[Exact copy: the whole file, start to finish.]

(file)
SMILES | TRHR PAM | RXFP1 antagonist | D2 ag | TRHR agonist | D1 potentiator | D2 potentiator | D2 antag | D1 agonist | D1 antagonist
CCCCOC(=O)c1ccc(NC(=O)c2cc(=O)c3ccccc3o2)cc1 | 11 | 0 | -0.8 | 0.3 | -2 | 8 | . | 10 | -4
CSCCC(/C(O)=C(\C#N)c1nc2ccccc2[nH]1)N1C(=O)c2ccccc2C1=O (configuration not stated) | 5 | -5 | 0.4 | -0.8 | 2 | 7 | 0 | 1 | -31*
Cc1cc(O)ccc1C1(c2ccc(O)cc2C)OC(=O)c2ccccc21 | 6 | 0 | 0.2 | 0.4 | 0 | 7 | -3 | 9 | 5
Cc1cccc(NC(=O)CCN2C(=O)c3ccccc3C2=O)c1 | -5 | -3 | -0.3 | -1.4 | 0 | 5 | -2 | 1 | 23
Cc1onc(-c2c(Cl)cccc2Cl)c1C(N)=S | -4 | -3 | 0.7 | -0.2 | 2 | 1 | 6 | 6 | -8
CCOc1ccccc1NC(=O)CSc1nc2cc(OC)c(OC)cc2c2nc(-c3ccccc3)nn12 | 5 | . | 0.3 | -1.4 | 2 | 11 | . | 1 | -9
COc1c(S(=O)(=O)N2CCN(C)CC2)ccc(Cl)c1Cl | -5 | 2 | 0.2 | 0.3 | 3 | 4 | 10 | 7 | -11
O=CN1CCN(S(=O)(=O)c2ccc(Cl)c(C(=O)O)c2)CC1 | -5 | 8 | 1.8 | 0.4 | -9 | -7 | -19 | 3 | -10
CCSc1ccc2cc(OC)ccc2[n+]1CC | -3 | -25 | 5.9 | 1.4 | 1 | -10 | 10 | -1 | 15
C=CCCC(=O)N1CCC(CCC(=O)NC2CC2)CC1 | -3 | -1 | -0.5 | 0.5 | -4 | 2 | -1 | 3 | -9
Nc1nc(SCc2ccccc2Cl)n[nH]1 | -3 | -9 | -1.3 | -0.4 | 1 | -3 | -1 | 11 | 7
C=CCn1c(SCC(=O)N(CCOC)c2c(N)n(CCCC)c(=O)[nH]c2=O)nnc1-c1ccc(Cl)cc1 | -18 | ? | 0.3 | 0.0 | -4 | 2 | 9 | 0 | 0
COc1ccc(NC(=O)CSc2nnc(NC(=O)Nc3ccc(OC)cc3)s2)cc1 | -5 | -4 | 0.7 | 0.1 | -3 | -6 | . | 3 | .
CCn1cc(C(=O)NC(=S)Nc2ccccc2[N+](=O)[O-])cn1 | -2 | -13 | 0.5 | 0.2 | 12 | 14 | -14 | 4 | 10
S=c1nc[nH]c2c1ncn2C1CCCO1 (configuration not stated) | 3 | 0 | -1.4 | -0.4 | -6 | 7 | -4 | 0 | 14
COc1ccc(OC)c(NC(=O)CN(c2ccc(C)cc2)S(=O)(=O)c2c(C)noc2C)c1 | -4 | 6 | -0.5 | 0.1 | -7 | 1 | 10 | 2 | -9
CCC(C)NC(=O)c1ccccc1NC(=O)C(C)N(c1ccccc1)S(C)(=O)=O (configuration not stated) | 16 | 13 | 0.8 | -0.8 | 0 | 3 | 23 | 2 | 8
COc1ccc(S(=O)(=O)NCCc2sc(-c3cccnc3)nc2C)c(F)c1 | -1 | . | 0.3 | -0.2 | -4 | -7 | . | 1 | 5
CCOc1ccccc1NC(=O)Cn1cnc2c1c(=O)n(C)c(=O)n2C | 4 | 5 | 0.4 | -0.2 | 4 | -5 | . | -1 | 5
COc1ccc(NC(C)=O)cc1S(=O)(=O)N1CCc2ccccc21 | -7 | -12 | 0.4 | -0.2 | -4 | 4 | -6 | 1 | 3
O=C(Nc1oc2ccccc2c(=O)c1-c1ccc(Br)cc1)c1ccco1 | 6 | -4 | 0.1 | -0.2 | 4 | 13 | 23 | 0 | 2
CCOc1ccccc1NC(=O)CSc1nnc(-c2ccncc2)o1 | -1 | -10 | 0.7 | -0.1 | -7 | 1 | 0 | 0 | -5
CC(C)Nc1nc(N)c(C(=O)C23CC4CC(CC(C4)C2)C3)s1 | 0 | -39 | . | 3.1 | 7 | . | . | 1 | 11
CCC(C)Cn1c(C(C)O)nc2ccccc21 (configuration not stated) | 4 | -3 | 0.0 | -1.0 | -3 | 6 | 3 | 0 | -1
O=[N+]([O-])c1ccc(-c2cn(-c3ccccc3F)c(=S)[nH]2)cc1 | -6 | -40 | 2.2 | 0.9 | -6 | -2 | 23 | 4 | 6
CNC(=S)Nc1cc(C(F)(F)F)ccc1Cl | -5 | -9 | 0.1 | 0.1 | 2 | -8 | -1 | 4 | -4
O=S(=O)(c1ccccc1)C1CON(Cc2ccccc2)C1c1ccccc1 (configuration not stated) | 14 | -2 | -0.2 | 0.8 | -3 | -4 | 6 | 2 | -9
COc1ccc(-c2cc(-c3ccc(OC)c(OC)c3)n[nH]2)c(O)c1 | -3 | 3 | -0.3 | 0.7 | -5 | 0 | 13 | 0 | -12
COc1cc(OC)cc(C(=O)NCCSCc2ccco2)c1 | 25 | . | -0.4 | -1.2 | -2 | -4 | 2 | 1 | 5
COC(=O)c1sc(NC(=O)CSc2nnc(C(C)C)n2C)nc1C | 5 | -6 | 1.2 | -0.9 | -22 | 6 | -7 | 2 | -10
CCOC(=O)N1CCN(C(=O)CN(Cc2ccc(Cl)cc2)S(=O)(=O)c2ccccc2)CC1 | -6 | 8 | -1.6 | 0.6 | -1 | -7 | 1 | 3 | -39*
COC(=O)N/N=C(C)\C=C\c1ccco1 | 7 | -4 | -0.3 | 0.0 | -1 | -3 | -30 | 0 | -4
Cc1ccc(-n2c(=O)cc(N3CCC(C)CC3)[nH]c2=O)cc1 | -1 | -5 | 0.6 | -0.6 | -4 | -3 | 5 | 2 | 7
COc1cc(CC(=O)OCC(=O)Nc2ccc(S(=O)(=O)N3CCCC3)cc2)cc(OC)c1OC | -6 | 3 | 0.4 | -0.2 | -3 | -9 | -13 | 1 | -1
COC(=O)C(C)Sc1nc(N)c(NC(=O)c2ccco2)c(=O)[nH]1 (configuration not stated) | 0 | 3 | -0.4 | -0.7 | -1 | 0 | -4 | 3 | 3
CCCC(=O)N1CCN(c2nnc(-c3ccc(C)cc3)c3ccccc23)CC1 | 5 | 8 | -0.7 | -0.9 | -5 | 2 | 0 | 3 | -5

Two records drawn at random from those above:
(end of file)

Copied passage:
SMILES | TRHR PAM | RXFP1 antagonist | D2 ag | TRHR agonist | D1 potentiator | D2 potentiator | D2 antag | D1 agonist | D1 antagonist
CCCCOC(=O)c1ccc(NC(=O)c2cc(=O)c3ccccc3o2)cc1 | 11 | 0 | -0.8 | 0.3 | -2 | 8 | . | 10 | -4
CSCCC(/C(O)=C(\C#N)c1nc2ccccc2[nH]1)N1C(=O)c2ccccc2C1=O (configuration not stated) | 5 | -5 | 0.4 | -0.8 | 2 | 7 | 0 | 1 | -31*
Cc1cc(O)ccc1C1(c2ccc(O)cc2C)OC(=O)c2ccccc21 | 6 | 0 | 0.2 | 0.4 | 0 | 7 | -3 | 9 | 5
Cc1cccc(NC(=O)CCN2C(=O)c3ccccc3C2=O)c1 | -5 | -3 | -0.3 | -1.4 | 0 | 5 | -2 | 1 | 23
Cc1onc(-c2c(Cl)cccc2Cl)c1C(N)=S | -4 | -3 | 0.7 | -0.2 | 2 | 1 | 6 | 6 | -8
CCOc1ccccc1NC(=O)CSc1nc2cc(OC)c(OC)cc2c2nc(-c3ccccc3)nn12 | 5 | . | 0.3 | -1.4 | 2 | 11 | . | 1 | -9
COc1c(S(=O)(=O)N2CCN(C)CC2)ccc(Cl)c1Cl | -5 | 2 | 0.2 | 0.3 | 3 | 4 | 10 | 7 | -11
O=CN1CCN(S(=O)(=O)c2ccc(Cl)c(C(=O)O)c2)CC1 | -5 | 8 | 1.8 | 0.4 | -9 | -7 | -19 | 3 | -10
CCSc1ccc2cc(OC)ccc2[n+]1CC | -3 | -25 | 5.9 | 1.4 | 1 | -10 | 10 | -1 | 15
C=CCCC(=O)N1CCC(CCC(=O)NC2CC2)CC1 | -3 | -1 | -0.5 | 0.5 | -4 | 2 | -1 | 3 | -9
Nc1nc(SCc2ccccc2Cl)n[nH]1 | -3 | -9 | -1.3 | -0.4 | 1 | -3 | -1 | 11 | 7
C=CCn1c(SCC(=O)N(CCOC)c2c(N)n(CCCC)c(=O)[nH]c2=O)nnc1-c1ccc(Cl)cc1 | -18 | ? | 0.3 | 0.0 | -4 | 2 | 9 | 0 | 0
COc1ccc(NC(=O)CSc2nnc(NC(=O)Nc3ccc(OC)cc3)s2)cc1 | -5 | -4 | 0.7 | 0.1 | -3 | -6 | . | 3 | .
CCn1cc(C(=O)NC(=S)Nc2ccccc2[N+](=O)[O-])cn1 | -2 | -13 | 0.5 | 0.2 | 12 | 14 | -14 | 4 | 10
S=c1nc[nH]c2c1ncn2C1CCCO1 (configuration not stated) | 3 | 0 | -1.4 | -0.4 | -6 | 7 | -4 | 0 | 14
COc1ccc(OC)c(NC(=O)CN(c2ccc(C)cc2)S(=O)(=O)c2c(C)noc2C)c1 | -4 | 6 | -0.5 | 0.1 | -7 | 1 | 10 | 2 | -9
CCC(C)NC(=O)c1ccccc1NC(=O)C(C)N(c1ccccc1)S(C)(=O)=O (configuration not stated) | 16 | 13 | 0.8 | -0.8 | 0 | 3 | 23 | 2 | 8
COc1ccc(S(=O)(=O)NCCc2sc(-c3cccnc3)nc2C)c(F)c1 | -1 | . | 0.3 | -0.2 | -4 | -7 | . | 1 | 5
CCOc1ccccc1NC(=O)Cn1cnc2c1c(=O)n(C)c(=O)n2C | 4 | 5 | 0.4 | -0.2 | 4 | -5 | . | -1 | 5
COc1ccc(NC(C)=O)cc1S(=O)(=O)N1CCc2ccccc21 | -7 | -12 | 0.4 | -0.2 | -4 | 4 | -6 | 1 | 3
O=C(Nc1oc2ccccc2c(=O)c1-c1ccc(Br)cc1)c1ccco1 | 6 | -4 | 0.1 | -0.2 | 4 | 13 | 23 | 0 | 2
CCOc1ccccc1NC(=O)CSc1nnc(-c2ccncc2)o1 | -1 | -10 | 0.7 | -0.1 | -7 | 1 | 0 | 0 | -5
CC(C)Nc1nc(N)c(C(=O)C23CC4CC(CC(C4)C2)C3)s1 | 0 | -39 | . | 3.1 | 7 | . | . | 1 | 11
CCC(C)Cn1c(C(C)O)nc2ccccc21 (configuration not stated) | 4 | -3 | 0.0 | -1.0 | -3 | 6 | 3 | 0 | -1
O=[N+]([O-])c1ccc(-c2cn(-c3ccccc3F)c(=S)[nH]2)cc1 | -6 | -40 | 2.2 | 0.9 | -6 | -2 | 23 | 4 | 6
CNC(=S)Nc1cc(C(F)(F)F)ccc1Cl | -5 | -9 | 0.1 | 0.1 | 2 | -8 | -1 | 4 | -4
O=S(=O)(c1ccccc1)C1CON(Cc2ccccc2)C1c1ccccc1 (configuration not stated) | 14 | -2 | -0.2 | 0.8 | -3 | -4 | 6 | 2 | -9
COc1ccc(-c2cc(-c3ccc(OC)c(OC)c3)n[nH]2)c(O)c1 | -3 | 3 | -0.3 | 0.7 | -5 | 0 | 13 | 0 | -12
COc1cc(OC)cc(C(=O)NCCSCc2ccco2)c1 | 25 | . | -0.4 | -1.2 | -2 | -4 | 2 | 1 | 5
COC(=O)c1sc(NC(=O)CSc2nnc(C(C)C)n2C)nc1C | 5 | -6 | 1.2 | -0.9 | -22 | 6 | -7 | 2 | -10
CCOC(=O)N1CCN(C(=O)CN(Cc2ccc(Cl)cc2)S(=O)(=O)c2ccccc2)CC1 | -6 | 8 | -1.6 | 0.6 | -1 | -7 | 1 | 3 | -39*
COC(=O)N/N=C(C)\C=C\c1ccco1 | 7 | -4 | -0.3 | 0.0 | -1 | -3 | -30 | 0 | -4
Cc1ccc(-n2c(=O)cc(N3CCC(C)CC3)[nH]c2=O)cc1 | -1 | -5 | 0.6 | -0.6 | -4 | -3 | 5 | 2 | 7
COc1cc(CC(=O)OCC(=O)Nc2ccc(S(=O)(=O)N3CCCC3)cc2)cc(OC)c1OC | -6 | 3 | 0.4 | -0.2 | -3 | -9 | -13 | 1 | -1
COC(=O)C(C)Sc1nc(N)c(NC(=O)c2ccco2)c(=O)[nH]1 (configuration not stated) | 0 | 3 | -0.4 | -0.7 | -1 | 0 | -4 | 3 | 3
CCCC(=O)N1CCN(c2nnc(-c3ccc(C)cc3)c3ccccc23)CC1 | 5 | 8 | -0.7 | -0.9 | -5 | 2 | 0 | 3 | -5

Two records drawn at random from those above: